You would be wrong to think that generating your OpenAPI spec from your server code is enough documentation for your users to get started.

    This is why many sections in the OpenAPI spec include a description field which according to the spec can include Markdown. The designers of OpenAPI understood that examples must have written guides and examples to make the spec useful and gave authors the ability to add written prose to guide their users.

    This means you will have to spend time adding explanations in your spec , even if you auto generate a lot of it. This is less of an issue with OpenAPI itself, but something you should keep in mind.

  2. You need to provide a lot of detail

    It is easy to underestimate the amount of work that goes into describing your API. If you look at the screenshot above, the operation has a lot of detail: default values for parameters, example responses, a hand-written description.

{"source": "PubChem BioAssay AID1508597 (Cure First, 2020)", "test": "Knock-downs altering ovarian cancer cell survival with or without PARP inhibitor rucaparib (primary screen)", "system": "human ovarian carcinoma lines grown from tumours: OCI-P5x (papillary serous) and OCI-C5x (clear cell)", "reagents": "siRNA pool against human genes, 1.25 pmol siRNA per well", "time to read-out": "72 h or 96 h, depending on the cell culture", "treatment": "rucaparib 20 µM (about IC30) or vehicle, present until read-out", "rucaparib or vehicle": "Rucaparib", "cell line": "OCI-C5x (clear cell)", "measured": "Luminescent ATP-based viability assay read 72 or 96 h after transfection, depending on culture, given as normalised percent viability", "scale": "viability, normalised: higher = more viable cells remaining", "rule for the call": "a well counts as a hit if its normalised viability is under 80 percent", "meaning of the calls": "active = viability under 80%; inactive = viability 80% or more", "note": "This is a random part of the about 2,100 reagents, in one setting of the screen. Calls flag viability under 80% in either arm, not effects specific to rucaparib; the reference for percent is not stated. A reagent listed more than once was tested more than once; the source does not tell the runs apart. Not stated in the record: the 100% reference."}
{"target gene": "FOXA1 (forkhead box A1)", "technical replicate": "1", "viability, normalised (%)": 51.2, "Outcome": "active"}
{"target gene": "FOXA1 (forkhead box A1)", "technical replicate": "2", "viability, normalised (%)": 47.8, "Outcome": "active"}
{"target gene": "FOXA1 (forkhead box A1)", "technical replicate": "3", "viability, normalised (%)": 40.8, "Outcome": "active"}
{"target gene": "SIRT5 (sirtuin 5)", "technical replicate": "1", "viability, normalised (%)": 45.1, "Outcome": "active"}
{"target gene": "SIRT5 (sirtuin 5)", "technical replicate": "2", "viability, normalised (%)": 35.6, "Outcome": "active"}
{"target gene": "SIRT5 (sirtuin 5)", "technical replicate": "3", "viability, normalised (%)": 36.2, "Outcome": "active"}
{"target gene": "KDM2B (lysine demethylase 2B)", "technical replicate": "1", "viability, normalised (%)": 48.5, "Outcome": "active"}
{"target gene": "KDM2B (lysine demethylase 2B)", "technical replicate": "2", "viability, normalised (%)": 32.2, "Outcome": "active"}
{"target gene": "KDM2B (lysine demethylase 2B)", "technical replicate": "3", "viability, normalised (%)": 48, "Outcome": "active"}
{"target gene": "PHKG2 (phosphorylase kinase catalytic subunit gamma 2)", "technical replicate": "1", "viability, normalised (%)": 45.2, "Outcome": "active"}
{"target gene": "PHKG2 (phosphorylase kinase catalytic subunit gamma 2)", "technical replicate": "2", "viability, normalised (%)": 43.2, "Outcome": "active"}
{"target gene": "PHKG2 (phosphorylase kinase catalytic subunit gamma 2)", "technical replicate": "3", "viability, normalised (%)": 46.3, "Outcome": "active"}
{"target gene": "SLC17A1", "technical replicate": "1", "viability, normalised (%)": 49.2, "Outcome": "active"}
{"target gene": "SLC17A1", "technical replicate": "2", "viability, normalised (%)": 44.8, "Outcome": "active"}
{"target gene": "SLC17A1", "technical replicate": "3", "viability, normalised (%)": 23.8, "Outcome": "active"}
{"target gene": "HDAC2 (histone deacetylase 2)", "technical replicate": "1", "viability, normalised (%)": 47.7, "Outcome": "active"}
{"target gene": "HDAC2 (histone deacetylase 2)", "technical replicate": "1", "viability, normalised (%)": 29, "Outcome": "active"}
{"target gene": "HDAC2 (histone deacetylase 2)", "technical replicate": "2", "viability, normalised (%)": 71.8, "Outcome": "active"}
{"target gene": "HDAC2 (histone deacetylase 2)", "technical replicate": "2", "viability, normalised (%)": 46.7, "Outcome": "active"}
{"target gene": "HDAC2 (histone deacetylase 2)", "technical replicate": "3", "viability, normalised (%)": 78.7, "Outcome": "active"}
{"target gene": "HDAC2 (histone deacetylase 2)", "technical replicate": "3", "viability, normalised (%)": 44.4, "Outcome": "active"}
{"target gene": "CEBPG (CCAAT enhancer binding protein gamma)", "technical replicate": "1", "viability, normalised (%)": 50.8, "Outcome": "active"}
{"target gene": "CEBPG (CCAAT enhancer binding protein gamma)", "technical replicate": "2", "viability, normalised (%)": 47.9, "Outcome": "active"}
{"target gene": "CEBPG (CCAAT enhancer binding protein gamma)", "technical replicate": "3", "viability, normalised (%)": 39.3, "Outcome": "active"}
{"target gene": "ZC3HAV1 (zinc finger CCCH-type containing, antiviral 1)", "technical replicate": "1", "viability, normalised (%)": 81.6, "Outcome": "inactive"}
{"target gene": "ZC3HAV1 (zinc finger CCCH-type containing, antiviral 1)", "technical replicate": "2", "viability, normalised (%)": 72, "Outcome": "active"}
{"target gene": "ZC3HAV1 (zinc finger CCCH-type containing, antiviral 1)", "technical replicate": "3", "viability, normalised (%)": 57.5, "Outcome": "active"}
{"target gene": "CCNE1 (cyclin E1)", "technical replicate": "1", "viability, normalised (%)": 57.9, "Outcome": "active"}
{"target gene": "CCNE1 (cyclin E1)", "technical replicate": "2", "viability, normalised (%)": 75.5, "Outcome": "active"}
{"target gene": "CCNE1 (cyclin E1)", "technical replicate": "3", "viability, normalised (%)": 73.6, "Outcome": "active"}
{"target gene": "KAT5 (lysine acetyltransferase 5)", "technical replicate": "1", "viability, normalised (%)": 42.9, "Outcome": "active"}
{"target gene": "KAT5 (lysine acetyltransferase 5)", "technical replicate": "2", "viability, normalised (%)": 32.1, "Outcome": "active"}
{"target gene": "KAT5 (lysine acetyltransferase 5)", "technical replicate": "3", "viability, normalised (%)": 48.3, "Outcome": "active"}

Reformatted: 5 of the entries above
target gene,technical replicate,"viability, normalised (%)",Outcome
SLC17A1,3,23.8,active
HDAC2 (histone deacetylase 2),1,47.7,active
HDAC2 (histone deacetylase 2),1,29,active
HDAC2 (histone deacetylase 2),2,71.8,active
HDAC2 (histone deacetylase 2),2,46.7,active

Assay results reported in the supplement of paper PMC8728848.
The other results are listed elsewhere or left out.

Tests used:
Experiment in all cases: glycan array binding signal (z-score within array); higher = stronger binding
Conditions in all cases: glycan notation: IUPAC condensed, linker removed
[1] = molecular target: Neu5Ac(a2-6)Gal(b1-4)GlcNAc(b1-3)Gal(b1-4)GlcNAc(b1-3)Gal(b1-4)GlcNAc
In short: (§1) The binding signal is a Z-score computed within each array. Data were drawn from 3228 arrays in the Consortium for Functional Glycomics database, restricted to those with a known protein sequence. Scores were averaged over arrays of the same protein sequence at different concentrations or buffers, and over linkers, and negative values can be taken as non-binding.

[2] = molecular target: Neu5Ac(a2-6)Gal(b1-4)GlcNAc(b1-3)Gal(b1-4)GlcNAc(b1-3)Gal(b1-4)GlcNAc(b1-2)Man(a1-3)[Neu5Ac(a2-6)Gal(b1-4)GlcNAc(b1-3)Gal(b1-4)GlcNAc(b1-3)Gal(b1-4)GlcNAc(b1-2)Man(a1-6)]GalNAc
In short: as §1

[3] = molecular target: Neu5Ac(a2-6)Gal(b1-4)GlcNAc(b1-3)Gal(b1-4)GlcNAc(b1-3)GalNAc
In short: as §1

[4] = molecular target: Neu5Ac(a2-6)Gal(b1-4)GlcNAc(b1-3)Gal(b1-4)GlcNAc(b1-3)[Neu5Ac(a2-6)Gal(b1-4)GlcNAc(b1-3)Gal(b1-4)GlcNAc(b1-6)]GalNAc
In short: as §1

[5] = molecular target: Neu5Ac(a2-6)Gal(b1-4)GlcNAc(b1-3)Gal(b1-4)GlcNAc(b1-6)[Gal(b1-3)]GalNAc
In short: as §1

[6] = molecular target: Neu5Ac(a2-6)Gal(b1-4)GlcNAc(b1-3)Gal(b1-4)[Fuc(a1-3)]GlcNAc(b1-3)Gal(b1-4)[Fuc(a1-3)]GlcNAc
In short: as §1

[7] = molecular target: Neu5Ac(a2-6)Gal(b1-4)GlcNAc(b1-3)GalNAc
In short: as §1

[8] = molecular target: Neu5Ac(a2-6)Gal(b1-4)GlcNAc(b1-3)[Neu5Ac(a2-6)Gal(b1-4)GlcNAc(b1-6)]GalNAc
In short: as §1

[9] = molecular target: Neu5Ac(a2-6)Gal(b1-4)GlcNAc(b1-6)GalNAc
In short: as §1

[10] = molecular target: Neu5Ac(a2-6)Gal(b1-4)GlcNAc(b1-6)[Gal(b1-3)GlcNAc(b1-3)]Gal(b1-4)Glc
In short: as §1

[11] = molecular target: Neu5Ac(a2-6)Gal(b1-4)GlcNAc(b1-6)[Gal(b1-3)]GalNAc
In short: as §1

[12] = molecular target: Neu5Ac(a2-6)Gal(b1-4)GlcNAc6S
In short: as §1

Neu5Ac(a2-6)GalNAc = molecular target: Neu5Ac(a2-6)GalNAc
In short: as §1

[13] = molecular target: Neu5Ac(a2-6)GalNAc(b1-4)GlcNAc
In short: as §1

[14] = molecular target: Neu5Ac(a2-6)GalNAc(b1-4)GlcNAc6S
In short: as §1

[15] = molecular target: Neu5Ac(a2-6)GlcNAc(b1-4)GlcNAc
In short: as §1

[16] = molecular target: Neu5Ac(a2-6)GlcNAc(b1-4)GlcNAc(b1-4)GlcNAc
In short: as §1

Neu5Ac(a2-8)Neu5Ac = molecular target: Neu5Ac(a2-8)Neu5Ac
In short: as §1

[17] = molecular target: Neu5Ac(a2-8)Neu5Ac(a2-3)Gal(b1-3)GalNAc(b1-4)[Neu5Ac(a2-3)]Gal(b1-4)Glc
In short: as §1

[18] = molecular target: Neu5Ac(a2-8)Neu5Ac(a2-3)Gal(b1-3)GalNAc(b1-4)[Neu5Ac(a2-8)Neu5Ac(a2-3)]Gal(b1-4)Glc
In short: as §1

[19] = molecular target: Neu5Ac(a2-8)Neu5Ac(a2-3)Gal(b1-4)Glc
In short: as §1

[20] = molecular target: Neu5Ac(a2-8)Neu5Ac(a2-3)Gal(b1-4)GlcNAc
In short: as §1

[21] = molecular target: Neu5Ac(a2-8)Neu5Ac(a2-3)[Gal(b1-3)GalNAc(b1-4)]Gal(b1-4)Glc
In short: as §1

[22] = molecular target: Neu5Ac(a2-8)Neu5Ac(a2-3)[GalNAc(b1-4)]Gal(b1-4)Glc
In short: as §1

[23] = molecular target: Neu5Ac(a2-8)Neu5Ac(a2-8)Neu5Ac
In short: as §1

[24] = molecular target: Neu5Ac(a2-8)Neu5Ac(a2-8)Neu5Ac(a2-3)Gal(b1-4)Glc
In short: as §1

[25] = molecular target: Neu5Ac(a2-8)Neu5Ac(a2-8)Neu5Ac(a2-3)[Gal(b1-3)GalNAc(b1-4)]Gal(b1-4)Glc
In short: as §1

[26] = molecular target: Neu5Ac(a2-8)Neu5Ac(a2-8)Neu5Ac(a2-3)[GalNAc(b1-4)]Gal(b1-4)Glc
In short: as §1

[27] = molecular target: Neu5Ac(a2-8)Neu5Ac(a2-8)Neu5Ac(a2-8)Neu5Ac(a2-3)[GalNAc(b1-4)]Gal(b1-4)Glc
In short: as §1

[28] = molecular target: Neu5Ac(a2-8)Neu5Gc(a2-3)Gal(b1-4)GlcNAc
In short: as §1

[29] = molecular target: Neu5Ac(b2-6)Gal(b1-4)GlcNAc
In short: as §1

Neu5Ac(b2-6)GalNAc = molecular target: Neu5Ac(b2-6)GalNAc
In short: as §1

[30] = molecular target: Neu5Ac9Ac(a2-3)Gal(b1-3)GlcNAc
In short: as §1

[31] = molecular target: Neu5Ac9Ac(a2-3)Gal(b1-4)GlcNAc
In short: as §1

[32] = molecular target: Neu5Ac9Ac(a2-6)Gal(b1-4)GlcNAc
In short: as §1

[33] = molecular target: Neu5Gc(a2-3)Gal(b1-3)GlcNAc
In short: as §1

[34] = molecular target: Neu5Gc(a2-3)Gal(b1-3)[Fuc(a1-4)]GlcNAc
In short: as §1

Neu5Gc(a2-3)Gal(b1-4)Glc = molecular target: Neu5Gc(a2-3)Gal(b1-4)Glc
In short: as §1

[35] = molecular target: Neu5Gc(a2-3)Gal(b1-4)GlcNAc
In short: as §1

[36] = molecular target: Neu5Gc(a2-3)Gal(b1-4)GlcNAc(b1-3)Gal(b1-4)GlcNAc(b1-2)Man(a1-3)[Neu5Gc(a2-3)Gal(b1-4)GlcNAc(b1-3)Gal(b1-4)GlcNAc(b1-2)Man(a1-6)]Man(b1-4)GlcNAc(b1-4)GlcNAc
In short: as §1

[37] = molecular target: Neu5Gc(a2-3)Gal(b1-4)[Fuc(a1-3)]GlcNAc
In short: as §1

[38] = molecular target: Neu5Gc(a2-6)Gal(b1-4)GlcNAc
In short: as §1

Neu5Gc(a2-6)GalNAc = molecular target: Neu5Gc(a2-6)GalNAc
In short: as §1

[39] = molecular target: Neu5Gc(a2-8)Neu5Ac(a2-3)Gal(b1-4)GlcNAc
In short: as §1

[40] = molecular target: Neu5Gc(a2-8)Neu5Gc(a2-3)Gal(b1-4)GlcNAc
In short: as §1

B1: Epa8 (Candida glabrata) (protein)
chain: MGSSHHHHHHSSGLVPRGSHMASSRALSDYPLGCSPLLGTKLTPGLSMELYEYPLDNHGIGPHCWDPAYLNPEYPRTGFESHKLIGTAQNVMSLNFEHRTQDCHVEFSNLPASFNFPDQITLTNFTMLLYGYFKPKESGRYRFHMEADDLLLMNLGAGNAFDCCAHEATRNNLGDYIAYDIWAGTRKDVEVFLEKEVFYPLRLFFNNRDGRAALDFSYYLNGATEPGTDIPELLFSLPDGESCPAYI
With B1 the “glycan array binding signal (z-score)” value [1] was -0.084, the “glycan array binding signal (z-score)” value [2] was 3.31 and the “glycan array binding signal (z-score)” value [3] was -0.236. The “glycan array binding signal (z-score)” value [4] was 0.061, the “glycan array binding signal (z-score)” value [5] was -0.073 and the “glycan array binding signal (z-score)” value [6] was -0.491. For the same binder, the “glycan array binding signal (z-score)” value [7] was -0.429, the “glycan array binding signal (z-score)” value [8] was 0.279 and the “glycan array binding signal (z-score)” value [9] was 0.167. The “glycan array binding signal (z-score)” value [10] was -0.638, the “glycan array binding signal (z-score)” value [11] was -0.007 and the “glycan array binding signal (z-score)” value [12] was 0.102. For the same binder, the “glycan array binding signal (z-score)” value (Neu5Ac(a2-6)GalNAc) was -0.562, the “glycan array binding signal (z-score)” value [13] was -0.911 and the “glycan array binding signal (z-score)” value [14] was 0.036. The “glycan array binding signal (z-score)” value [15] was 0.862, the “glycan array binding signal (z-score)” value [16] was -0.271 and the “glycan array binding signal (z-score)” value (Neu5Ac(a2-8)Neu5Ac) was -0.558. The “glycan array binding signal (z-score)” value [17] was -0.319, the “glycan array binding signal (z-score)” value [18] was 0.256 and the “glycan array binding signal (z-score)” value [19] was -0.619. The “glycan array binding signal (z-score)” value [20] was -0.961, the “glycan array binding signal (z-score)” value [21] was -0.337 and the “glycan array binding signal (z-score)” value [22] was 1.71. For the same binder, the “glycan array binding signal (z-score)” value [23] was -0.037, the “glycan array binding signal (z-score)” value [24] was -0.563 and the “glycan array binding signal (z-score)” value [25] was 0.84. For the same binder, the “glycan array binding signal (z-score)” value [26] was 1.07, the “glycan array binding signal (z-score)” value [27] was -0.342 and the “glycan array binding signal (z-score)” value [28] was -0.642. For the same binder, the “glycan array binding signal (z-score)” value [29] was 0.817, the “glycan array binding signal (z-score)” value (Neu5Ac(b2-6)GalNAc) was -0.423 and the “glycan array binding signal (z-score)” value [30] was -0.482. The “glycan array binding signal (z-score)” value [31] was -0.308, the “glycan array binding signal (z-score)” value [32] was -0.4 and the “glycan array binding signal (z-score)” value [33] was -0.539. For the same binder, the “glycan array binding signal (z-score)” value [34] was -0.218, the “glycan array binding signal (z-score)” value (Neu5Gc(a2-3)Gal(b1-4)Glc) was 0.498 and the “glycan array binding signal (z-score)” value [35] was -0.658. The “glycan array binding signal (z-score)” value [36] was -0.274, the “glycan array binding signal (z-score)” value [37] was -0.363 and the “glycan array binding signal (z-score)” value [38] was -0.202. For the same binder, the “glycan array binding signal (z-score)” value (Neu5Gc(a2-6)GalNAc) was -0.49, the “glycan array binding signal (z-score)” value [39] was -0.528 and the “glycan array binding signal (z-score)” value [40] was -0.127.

Doing this for all of your operations is not a small task and you likely will not get the level of detail you need from just auto generating things from code. You will have to spend time annotating your code to give OpenAPI high quality hints about how your API works.

  3. Some languages are not well supported

    If you are using a slightly more esoteric language, do not expect client code generation or producing OpenAPI specs from your servers to work flawlessly.

    Java, Go, Python, Ruby, JavaScript, and other “big” languages have well tested integrations, but your mileage may vary.

  4. Not a great fit for event-driven architectures

    If your API uses asynchronous messages heavily, OpenAPI does not provide great primitives for describing them.

    Instead, you should consider looking into AsyncAPI, which grew out of OpenAPI to address this shortcoming.

Ultimately OpenAPI has proved itself to be a valuable tool by becoming the industry standard for describing HTTP APIs. It is a great tool that does its job very well when used correctly.